Leading Blog






09.16.19

How to Humanize Leadership

How to Humanize Leadership

Plant this seed within your core
Provide it space to sprout, and tend to its rise
Ensure it penetrates through each organizational layer
Cultivation, participation, and appreciation will be your essential tools
Allow this seed to transform into a solid footing
A personal and organizational launch pad
This mighty seed has significant yield
A vigorous and holistic whole

 

Humanizing Leadership Mentors

During the book writing process, I reflected on the multitude of individuals who graciously shared their time, words, wisdom, and encouragement with me along my personal leadership journey. Often, these individuals had confidence in me before I had confidence in my own ability. They provided me with the essential space and pivotal opportunities to learn, experiment, fail, and grow. They created a workplace environment in which my contributions mattered and in every human interaction with me demonstrated this.

How they showed up as leaders and how they engaged was critical to my leadership development. What was common in these leaders was first and foremost they were human beings and meaning makers. They understood that organizational systems are made up of many dynamic and emergent human systems. Through their actions they provided a higher purpose, empathy, and shared meaning all critical foundations for people and organizational development.

Humanizing Leadership Overcomes Outdated Organizational Views

Humanizing leadership is about overcoming an outdated organizational view that taught us to define oneself and value to our organization by the closed and often fragmented black boxes on the organizational chart. Humanizing leadership is about embracing the white space between the boxes, imbuing it with deeper meaning and purpose.

The “organizational chart map” is essentially an aggregate of isolated power blocks with a steep hierarchy command center. The blank white space is the real organization; it’s a place where personal relationships and loyalties exist. It is also an organizational space where top-down driven interactions often produce misattribution including misunderstood and misinterpreted information.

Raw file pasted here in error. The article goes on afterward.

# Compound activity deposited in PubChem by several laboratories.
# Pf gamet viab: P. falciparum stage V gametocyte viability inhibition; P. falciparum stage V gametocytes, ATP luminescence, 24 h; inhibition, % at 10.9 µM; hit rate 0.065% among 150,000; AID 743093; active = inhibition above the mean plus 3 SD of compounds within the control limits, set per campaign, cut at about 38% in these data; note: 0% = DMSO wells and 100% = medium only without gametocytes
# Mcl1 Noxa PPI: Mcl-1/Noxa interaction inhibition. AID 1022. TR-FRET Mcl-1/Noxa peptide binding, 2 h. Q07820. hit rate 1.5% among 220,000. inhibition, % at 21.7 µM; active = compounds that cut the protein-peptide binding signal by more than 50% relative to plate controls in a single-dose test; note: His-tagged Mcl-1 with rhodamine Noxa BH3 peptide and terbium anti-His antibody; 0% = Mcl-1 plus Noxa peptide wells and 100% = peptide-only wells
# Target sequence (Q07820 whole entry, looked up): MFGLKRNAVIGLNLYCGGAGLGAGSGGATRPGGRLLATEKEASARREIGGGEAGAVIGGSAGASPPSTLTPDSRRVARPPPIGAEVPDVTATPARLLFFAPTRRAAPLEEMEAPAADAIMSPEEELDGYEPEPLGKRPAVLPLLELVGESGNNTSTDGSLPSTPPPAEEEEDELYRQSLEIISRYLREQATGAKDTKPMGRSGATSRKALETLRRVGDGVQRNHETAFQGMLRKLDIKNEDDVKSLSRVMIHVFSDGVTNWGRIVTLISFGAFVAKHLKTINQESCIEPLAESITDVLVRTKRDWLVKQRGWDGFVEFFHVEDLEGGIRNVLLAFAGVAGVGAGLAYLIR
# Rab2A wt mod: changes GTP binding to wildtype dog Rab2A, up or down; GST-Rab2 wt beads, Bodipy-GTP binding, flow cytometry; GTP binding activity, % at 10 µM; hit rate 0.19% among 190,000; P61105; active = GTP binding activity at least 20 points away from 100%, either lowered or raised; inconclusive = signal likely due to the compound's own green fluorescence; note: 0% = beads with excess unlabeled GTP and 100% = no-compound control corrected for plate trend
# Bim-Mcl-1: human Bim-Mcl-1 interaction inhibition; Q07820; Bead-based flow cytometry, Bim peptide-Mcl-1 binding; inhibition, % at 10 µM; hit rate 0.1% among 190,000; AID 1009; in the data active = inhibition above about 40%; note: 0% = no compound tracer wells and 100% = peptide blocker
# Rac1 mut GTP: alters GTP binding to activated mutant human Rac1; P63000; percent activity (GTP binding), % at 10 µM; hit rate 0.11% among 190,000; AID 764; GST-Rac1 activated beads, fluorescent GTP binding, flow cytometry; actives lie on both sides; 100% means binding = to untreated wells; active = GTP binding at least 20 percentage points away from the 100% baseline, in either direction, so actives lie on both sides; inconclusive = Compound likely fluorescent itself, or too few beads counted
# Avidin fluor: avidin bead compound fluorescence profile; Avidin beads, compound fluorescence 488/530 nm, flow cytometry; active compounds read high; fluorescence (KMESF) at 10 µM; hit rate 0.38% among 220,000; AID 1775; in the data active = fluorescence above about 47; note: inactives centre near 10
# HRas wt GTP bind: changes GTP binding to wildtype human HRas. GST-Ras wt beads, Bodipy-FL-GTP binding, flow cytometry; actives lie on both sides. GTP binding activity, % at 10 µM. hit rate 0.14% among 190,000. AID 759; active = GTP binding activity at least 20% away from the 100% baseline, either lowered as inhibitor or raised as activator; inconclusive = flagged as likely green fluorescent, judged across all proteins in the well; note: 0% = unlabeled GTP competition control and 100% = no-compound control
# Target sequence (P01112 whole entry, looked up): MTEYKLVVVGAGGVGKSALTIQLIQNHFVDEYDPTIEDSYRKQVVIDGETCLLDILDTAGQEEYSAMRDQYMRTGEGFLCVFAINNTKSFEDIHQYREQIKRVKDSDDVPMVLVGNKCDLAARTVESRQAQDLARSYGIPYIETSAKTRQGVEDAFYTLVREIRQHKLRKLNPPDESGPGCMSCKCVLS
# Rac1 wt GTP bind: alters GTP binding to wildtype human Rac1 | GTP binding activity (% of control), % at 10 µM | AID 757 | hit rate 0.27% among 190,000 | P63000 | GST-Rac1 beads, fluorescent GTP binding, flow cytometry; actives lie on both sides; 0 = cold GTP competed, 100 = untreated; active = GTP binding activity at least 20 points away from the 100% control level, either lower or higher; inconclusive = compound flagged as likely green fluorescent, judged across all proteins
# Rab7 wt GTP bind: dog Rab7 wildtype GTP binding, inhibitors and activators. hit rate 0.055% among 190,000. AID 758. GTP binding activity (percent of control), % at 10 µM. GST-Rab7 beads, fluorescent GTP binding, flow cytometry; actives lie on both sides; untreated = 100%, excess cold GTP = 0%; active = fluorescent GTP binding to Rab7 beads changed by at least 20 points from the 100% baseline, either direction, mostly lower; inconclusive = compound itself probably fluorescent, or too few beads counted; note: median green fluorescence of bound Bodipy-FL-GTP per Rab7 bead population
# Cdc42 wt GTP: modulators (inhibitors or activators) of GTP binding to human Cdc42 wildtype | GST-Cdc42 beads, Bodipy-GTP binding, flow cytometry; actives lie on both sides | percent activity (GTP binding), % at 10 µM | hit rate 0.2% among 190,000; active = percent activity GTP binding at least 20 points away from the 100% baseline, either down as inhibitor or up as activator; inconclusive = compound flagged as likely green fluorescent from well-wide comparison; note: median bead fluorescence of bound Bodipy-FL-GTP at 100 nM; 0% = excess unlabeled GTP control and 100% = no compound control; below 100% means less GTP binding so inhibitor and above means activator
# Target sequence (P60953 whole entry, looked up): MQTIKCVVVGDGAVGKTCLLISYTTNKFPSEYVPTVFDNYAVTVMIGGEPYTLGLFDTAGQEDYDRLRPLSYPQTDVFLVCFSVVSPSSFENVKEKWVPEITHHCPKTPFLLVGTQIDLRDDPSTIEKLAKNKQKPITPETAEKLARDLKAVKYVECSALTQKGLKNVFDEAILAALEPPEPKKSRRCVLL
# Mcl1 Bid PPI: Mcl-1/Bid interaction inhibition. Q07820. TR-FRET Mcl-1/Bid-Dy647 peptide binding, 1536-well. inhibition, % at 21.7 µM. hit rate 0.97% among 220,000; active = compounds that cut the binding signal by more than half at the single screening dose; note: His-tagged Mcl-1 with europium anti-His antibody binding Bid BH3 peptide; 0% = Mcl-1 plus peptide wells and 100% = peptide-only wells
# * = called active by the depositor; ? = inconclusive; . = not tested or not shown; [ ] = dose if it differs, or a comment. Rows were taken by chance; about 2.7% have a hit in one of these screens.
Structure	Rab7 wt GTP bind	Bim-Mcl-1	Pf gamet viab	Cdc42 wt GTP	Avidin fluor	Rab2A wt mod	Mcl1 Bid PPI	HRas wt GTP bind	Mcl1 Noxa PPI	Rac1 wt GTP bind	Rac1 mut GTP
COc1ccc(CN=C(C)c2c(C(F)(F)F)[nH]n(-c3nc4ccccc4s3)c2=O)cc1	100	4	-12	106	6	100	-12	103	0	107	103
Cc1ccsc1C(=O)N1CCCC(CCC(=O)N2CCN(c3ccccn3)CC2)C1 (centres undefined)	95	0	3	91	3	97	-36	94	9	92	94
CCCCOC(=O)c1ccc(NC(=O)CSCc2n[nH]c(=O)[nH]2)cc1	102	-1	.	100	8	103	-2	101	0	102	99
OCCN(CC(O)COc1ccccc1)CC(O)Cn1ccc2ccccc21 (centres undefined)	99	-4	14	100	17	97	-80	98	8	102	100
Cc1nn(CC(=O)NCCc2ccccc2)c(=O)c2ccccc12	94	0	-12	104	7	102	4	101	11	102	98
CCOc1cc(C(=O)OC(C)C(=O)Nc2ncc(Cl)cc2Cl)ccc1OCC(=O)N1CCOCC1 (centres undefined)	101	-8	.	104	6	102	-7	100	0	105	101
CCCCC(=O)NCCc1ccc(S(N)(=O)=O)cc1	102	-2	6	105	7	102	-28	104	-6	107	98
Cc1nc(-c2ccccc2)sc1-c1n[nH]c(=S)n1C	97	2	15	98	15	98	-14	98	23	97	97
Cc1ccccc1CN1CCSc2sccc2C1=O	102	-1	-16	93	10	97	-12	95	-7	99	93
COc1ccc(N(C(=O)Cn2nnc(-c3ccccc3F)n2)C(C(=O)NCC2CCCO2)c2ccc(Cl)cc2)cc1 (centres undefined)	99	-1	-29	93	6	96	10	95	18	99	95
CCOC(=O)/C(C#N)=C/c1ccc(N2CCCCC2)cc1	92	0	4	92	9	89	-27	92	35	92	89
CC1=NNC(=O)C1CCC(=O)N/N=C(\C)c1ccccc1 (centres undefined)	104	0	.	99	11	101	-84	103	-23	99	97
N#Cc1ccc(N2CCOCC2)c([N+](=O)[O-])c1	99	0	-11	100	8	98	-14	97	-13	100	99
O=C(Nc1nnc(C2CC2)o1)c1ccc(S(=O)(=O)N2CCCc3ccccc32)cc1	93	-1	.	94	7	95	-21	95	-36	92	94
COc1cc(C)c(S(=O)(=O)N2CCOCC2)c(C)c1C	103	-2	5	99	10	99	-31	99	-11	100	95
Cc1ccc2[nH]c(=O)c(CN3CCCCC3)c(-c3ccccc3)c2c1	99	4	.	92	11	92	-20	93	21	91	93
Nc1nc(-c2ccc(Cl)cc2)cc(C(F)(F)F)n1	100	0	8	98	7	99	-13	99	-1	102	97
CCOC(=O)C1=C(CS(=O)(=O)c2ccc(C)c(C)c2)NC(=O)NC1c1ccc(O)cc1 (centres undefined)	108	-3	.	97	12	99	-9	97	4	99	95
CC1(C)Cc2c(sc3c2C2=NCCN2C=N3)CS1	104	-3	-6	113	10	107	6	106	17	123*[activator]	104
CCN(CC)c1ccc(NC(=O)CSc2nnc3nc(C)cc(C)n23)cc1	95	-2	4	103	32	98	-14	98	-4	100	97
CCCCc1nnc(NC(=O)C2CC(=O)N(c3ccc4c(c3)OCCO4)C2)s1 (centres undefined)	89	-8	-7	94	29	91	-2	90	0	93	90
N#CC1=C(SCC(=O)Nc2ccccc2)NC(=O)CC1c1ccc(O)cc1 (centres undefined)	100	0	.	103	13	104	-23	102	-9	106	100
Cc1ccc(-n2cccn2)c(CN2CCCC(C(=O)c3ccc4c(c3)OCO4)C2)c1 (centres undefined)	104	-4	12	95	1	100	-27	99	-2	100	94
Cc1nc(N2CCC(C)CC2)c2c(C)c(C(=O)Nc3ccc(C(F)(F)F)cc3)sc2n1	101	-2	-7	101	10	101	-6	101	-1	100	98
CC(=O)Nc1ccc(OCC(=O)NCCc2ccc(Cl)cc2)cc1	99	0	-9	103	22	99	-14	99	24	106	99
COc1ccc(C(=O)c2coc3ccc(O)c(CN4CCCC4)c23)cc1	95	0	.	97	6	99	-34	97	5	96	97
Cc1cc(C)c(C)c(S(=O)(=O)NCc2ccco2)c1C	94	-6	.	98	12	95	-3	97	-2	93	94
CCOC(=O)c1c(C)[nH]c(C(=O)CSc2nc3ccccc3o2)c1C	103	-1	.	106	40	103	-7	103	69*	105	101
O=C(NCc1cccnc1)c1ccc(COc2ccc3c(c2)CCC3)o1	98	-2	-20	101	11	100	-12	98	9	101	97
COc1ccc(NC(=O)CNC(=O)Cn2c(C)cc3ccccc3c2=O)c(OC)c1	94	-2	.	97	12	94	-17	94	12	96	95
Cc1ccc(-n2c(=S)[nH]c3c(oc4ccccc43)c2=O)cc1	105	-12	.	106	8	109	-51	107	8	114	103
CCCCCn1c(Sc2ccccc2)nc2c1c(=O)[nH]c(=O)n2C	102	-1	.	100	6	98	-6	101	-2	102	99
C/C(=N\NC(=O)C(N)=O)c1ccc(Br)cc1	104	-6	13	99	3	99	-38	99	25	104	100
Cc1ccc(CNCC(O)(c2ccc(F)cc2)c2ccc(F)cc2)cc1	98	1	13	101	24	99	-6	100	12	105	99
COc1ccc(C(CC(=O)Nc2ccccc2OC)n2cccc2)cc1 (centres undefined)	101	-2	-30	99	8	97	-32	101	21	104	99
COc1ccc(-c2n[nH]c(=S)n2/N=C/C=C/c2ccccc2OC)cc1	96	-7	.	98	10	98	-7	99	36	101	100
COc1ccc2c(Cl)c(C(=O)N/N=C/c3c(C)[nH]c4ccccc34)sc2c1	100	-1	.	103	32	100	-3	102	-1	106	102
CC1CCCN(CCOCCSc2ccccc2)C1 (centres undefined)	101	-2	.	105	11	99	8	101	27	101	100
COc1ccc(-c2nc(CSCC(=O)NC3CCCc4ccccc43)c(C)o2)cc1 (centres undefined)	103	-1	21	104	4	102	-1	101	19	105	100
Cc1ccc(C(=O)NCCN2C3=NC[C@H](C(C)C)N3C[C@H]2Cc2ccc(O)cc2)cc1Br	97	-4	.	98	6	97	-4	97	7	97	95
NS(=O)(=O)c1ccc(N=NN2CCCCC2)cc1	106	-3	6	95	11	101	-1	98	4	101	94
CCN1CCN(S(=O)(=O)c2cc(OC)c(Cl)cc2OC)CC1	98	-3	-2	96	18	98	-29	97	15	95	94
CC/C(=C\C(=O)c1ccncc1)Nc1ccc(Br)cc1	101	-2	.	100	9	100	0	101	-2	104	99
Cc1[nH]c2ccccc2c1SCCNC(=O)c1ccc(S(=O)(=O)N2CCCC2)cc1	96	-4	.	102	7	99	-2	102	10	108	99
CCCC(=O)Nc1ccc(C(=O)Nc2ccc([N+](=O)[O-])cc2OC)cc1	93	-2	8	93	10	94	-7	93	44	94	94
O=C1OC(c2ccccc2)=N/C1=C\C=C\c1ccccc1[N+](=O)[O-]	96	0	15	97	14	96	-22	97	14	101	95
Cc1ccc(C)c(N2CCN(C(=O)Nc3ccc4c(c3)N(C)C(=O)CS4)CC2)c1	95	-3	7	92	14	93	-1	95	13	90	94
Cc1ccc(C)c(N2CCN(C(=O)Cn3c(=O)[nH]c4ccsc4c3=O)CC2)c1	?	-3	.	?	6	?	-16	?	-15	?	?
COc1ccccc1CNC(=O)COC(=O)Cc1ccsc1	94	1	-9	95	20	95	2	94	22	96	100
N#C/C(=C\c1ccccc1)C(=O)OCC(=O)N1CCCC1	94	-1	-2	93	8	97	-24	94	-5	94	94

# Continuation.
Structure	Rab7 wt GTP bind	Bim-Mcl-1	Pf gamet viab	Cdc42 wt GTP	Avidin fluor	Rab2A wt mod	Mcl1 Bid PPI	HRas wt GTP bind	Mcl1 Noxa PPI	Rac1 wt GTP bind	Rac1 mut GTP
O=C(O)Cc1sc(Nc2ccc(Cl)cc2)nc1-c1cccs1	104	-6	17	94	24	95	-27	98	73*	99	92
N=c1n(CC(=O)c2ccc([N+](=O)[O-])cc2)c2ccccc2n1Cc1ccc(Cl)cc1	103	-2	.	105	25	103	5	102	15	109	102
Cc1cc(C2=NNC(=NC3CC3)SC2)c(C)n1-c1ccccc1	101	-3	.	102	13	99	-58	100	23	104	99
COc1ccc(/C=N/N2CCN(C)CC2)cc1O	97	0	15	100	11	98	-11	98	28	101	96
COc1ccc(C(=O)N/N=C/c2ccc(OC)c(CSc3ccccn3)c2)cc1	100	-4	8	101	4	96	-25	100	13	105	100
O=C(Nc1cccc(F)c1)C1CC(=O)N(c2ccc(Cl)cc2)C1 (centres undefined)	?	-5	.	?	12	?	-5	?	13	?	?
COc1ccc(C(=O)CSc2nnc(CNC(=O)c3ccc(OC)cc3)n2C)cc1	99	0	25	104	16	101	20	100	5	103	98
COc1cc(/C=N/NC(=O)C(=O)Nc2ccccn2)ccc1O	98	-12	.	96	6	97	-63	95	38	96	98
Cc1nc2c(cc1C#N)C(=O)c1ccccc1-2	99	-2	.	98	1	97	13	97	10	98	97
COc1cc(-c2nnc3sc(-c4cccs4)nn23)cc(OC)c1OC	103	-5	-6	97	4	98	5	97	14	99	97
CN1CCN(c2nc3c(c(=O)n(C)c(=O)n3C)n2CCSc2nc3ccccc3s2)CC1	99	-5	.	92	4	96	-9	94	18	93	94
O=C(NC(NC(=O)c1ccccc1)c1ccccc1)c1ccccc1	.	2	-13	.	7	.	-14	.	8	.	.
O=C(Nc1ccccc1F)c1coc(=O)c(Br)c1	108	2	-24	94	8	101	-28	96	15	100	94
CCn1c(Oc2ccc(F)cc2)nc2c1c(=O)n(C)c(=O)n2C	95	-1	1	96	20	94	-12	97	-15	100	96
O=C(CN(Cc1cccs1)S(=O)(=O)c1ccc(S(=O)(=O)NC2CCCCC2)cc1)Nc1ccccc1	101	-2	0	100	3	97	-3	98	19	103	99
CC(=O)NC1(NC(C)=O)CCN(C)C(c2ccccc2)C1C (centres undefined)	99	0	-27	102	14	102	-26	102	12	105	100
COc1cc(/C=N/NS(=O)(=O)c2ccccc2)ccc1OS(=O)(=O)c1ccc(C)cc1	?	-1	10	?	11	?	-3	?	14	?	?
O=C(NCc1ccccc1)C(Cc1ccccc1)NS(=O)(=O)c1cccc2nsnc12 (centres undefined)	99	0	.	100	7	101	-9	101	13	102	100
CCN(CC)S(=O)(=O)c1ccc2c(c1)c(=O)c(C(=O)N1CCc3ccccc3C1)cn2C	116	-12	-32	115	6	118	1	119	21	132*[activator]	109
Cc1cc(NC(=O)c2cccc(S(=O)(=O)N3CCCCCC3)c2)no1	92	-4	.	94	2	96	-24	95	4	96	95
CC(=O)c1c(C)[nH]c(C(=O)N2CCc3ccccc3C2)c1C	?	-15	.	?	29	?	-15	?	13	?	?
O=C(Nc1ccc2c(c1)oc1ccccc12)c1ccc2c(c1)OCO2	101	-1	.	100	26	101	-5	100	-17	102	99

Humanizing Leadership Is Awakened Through Three Truths

Humanizing Leadership is about awakening to and harnessing three powerful leadership truths: reflection fuels, people matter, and relationships make the difference. These three consequential realities have a profound impact on our ability to lead effectively and help regulate the well-being and strength of the organizations we serve. By understanding the human paradox of simultaneous continuity and change, ambiguity, and complexity, humanizing leadership develops the personality and conceptual skills for successful juxtaposition of opposites to find the sweet spot.

Through forty-two leadership vignettes, the book Humanizing Leadership will change the way you look at leadership and at yourself. It strives to hold a mirror up to your beliefs about who you are, and leadership in general by putting a human face on leadership. These three threads are used to weave a tapestry of self-discovery and personal humanizing leadership growth.

1. Reflection Fuels. As leaders, we operate within a web of people relationship systems, and the health and power of these relationships are dependent upon the level of trust we carry within ourselves. We cannot expect to harness the full potential of our organizations, and relationships within them, if we fail to fully understand our behavior and the impact our behavior has on those who bring visions and goals to fruition. We are not above the organizations we lead; we are a part of them.

The practice of self-awareness and self-reflection for those in leadership roles extends back thousands of years to the ancient philosophers and teachers. Yet nowadays, it seems self-reflection is often a leader’s least favorite pastime or a component of leadership that is sacrificed for some other facet of leadership. In order to improve our leadership expertise, we must become aware of our strengths and weaknesses, our values and behaviors, and the ways in which they attempt to influence others. Our relationships with others mirror the relationship we have with self; a de-humanizing leadership behavior gives others permission to act in a similar vein.